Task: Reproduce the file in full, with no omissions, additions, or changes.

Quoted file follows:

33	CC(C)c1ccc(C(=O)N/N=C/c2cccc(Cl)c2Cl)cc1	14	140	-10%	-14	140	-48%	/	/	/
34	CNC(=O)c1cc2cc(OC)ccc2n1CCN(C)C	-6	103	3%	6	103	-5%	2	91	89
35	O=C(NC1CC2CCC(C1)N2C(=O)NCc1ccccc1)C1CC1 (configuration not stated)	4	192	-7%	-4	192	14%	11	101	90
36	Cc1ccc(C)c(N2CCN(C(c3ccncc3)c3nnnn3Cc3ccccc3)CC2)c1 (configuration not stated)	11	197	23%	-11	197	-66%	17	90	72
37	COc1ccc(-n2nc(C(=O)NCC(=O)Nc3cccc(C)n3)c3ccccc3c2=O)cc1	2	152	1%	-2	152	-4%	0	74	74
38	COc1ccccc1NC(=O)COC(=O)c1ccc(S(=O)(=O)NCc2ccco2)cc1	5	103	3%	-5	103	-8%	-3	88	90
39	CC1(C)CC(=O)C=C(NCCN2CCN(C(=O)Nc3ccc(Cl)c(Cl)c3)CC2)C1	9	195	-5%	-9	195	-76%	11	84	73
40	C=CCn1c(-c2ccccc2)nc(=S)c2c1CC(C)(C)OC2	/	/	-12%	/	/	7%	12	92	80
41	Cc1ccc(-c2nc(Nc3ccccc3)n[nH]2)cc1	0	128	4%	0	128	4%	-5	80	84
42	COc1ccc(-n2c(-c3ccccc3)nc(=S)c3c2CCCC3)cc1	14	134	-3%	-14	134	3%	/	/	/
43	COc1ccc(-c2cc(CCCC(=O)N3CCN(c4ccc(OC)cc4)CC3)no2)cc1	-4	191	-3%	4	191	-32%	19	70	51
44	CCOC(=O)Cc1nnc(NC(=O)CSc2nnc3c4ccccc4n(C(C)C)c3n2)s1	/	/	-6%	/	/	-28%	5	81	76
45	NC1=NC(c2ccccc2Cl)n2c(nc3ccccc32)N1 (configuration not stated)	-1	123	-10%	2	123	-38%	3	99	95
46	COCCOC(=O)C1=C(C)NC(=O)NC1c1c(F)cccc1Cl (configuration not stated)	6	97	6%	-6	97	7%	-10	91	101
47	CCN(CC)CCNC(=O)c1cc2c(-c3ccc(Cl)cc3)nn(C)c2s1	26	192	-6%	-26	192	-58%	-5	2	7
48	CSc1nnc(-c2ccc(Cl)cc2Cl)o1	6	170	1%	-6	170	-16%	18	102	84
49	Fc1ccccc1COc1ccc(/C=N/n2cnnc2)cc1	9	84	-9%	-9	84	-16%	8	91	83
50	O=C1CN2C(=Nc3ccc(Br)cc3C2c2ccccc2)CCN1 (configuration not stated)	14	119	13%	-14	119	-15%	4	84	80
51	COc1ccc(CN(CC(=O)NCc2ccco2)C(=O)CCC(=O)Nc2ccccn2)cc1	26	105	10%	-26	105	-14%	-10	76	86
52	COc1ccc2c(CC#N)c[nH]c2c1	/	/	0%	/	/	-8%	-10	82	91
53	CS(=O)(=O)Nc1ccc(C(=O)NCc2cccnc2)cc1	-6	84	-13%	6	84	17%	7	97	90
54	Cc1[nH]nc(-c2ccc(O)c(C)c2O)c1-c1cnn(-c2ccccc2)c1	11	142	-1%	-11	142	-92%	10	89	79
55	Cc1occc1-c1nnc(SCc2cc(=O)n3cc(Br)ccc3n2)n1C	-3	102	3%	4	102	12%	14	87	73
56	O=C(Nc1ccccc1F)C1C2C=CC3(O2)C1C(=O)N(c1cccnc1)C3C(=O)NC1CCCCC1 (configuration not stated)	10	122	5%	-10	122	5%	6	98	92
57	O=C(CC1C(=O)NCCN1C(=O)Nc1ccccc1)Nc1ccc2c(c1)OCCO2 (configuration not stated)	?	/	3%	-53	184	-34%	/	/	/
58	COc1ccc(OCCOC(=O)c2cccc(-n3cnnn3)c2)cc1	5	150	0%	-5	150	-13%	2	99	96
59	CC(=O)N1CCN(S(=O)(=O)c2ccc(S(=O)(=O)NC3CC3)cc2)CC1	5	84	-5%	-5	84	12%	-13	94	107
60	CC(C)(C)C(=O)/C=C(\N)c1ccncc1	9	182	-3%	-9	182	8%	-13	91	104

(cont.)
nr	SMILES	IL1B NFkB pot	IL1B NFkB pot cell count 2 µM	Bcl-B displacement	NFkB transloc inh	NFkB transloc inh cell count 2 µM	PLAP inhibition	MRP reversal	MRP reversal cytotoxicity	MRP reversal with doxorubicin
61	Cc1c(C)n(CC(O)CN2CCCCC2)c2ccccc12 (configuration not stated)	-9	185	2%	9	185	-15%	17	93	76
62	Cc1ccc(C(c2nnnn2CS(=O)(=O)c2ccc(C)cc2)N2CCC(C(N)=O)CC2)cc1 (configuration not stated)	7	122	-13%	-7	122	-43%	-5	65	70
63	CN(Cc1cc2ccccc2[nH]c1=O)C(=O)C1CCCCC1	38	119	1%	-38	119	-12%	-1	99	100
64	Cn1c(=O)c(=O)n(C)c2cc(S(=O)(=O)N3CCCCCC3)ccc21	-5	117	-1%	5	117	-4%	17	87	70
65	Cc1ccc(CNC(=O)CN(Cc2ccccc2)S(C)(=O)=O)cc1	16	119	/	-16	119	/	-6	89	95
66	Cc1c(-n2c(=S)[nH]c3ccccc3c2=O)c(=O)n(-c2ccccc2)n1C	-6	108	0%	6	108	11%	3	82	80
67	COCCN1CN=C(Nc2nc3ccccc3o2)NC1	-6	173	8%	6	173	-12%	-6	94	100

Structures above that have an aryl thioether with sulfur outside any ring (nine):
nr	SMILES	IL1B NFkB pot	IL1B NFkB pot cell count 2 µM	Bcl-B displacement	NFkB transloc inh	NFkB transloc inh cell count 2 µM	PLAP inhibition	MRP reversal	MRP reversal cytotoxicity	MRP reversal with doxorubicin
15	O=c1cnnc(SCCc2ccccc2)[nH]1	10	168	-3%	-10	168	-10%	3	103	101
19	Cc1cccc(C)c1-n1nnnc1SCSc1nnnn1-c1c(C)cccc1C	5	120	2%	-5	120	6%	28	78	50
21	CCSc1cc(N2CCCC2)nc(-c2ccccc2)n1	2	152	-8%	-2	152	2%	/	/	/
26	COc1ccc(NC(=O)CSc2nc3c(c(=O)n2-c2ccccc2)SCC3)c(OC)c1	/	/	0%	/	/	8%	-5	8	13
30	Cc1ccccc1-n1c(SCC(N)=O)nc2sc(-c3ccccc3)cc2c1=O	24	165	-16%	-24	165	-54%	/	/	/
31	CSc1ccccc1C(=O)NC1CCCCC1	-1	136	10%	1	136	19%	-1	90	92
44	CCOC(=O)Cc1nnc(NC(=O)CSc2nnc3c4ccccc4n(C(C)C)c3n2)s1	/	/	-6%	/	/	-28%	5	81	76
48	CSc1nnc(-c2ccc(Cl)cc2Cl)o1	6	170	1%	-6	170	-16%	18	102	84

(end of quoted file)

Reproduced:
33	CC(C)c1ccc(C(=O)N/N=C/c2cccc(Cl)c2Cl)cc1	14	140	-10%	-14	140	-48%	/	/	/
34	CNC(=O)c1cc2cc(OC)ccc2n1CCN(C)C	-6	103	3%	6	103	-5%	2	91	89
35	O=C(NC1CC2CCC(C1)N2C(=O)NCc1ccccc1)C1CC1 (configuration not stated)	4	192	-7%	-4	192	14%	11	101	90
36	Cc1ccc(C)c(N2CCN(C(c3ccncc3)c3nnnn3Cc3ccccc3)CC2)c1 (configuration not stated)	11	197	23%	-11	197	-66%	17	90	72
37	COc1ccc(-n2nc(C(=O)NCC(=O)Nc3cccc(C)n3)c3ccccc3c2=O)cc1	2	152	1%	-2	152	-4%	0	74	74
38	COc1ccccc1NC(=O)COC(=O)c1ccc(S(=O)(=O)NCc2ccco2)cc1	5	103	3%	-5	103	-8%	-3	88	90
39	CC1(C)CC(=O)C=C(NCCN2CCN(C(=O)Nc3ccc(Cl)c(Cl)c3)CC2)C1	9	195	-5%	-9	195	-76%	11	84	73
40	C=CCn1c(-c2ccccc2)nc(=S)c2c1CC(C)(C)OC2	/	/	-12%	/	/	7%	12	92	80
41	Cc1ccc(-c2nc(Nc3ccccc3)n[nH]2)cc1	0	128	4%	0	128	4%	-5	80	84
42	COc1ccc(-n2c(-c3ccccc3)nc(=S)c3c2CCCC3)cc1	14	134	-3%	-14	134	3%	/	/	/
43	COc1ccc(-c2cc(CCCC(=O)N3CCN(c4ccc(OC)cc4)CC3)no2)cc1	-4	191	-3%	4	191	-32%	19	70	51
44	CCOC(=O)Cc1nnc(NC(=O)CSc2nnc3c4ccccc4n(C(C)C)c3n2)s1	/	/	-6%	/	/	-28%	5	81	76
45	NC1=NC(c2ccccc2Cl)n2c(nc3ccccc32)N1 (configuration not stated)	-1	123	-10%	2	123	-38%	3	99	95
46	COCCOC(=O)C1=C(C)NC(=O)NC1c1c(F)cccc1Cl (configuration not stated)	6	97	6%	-6	97	7%	-10	91	101
47	CCN(CC)CCNC(=O)c1cc2c(-c3ccc(Cl)cc3)nn(C)c2s1	26	192	-6%	-26	192	-58%	-5	2	7
48	CSc1nnc(-c2ccc(Cl)cc2Cl)o1	6	170	1%	-6	170	-16%	18	102	84
49	Fc1ccccc1COc1ccc(/C=N/n2cnnc2)cc1	9	84	-9%	-9	84	-16%	8	91	83
50	O=C1CN2C(=Nc3ccc(Br)cc3C2c2ccccc2)CCN1 (configuration not stated)	14	119	13%	-14	119	-15%	4	84	80
51	COc1ccc(CN(CC(=O)NCc2ccco2)C(=O)CCC(=O)Nc2ccccn2)cc1	26	105	10%	-26	105	-14%	-10	76	86
52	COc1ccc2c(CC#N)c[nH]c2c1	/	/	0%	/	/	-8%	-10	82	91
53	CS(=O)(=O)Nc1ccc(C(=O)NCc2cccnc2)cc1	-6	84	-13%	6	84	17%	7	97	90
54	Cc1[nH]nc(-c2ccc(O)c(C)c2O)c1-c1cnn(-c2ccccc2)c1	11	142	-1%	-11	142	-92%	10	89	79
55	Cc1occc1-c1nnc(SCc2cc(=O)n3cc(Br)ccc3n2)n1C	-3	102	3%	4	102	12%	14	87	73
56	O=C(Nc1ccccc1F)C1C2C=CC3(O2)C1C(=O)N(c1cccnc1)C3C(=O)NC1CCCCC1 (configuration not stated)	10	122	5%	-10	122	5%	6	98	92
57	O=C(CC1C(=O)NCCN1C(=O)Nc1ccccc1)Nc1ccc2c(c1)OCCO2 (configuration not stated)	?	/	3%	-53	184	-34%	/	/	/
58	COc1ccc(OCCOC(=O)c2cccc(-n3cnnn3)c2)cc1	5	150	0%	-5	150	-13%	2	99	96
59	CC(=O)N1CCN(S(=O)(=O)c2ccc(S(=O)(=O)NC3CC3)cc2)CC1	5	84	-5%	-5	84	12%	-13	94	107
60	CC(C)(C)C(=O)/C=C(\N)c1ccncc1	9	182	-3%	-9	182	8%	-13	91	104

(cont.)
nr	SMILES	IL1B NFkB pot	IL1B NFkB pot cell count 2 µM	Bcl-B displacement	NFkB transloc inh	NFkB transloc inh cell count 2 µM	PLAP inhibition	MRP reversal	MRP reversal cytotoxicity	MRP reversal with doxorubicin
61	Cc1c(C)n(CC(O)CN2CCCCC2)c2ccccc12 (configuration not stated)	-9	185	2%	9	185	-15%	17	93	76
62	Cc1ccc(C(c2nnnn2CS(=O)(=O)c2ccc(C)cc2)N2CCC(C(N)=O)CC2)cc1 (configuration not stated)	7	122	-13%	-7	122	-43%	-5	65	70
63	CN(Cc1cc2ccccc2[nH]c1=O)C(=O)C1CCCCC1	38	119	1%	-38	119	-12%	-1	99	100
64	Cn1c(=O)c(=O)n(C)c2cc(S(=O)(=O)N3CCCCCC3)ccc21	-5	117	-1%	5	117	-4%	17	87	70
65	Cc1ccc(CNC(=O)CN(Cc2ccccc2)S(C)(=O)=O)cc1	16	119	/	-16	119	/	-6	89	95
66	Cc1c(-n2c(=S)[nH]c3ccccc3c2=O)c(=O)n(-c2ccccc2)n1C	-6	108	0%	6	108	11%	3	82	80
67	COCCN1CN=C(Nc2nc3ccccc3o2)NC1	-6	173	8%	6	173	-12%	-6	94	100

Structures above that have an aryl thioether with sulfur outside any ring (nine):
nr	SMILES	IL1B NFkB pot	IL1B NFkB pot cell count 2 µM	Bcl-B displacement	NFkB transloc inh	NFkB transloc inh cell count 2 µM	PLAP inhibition	MRP reversal	MRP reversal cytotoxicity	MRP reversal with doxorubicin
15	O=c1cnnc(SCCc2ccccc2)[nH]1	10	168	-3%	-10	168	-10%	3	103	101
19	Cc1cccc(C)c1-n1nnnc1SCSc1nnnn1-c1c(C)cccc1C	5	120	2%	-5	120	6%	28	78	50
21	CCSc1cc(N2CCCC2)nc(-c2ccccc2)n1	2	152	-8%	-2	152	2%	/	/	/
26	COc1ccc(NC(=O)CSc2nc3c(c(=O)n2-c2ccccc2)SCC3)c(OC)c1	/	/	0%	/	/	8%	-5	8	13
30	Cc1ccccc1-n1c(SCC(N)=O)nc2sc(-c3ccccc3)cc2c1=O	24	165	-16%	-24	165	-54%	/	/	/
31	CSc1ccccc1C(=O)NC1CCCCC1	-1	136	10%	1	136	19%	-1	90	92
44	CCOC(=O)Cc1nnc(NC(=O)CSc2nnc3c4ccccc4n(C(C)C)c3n2)s1	/	/	-6%	/	/	-28%	5	81	76
48	CSc1nnc(-c2ccc(Cl)cc2Cl)o1	6	170	1%	-6	170	-16%	18	102	84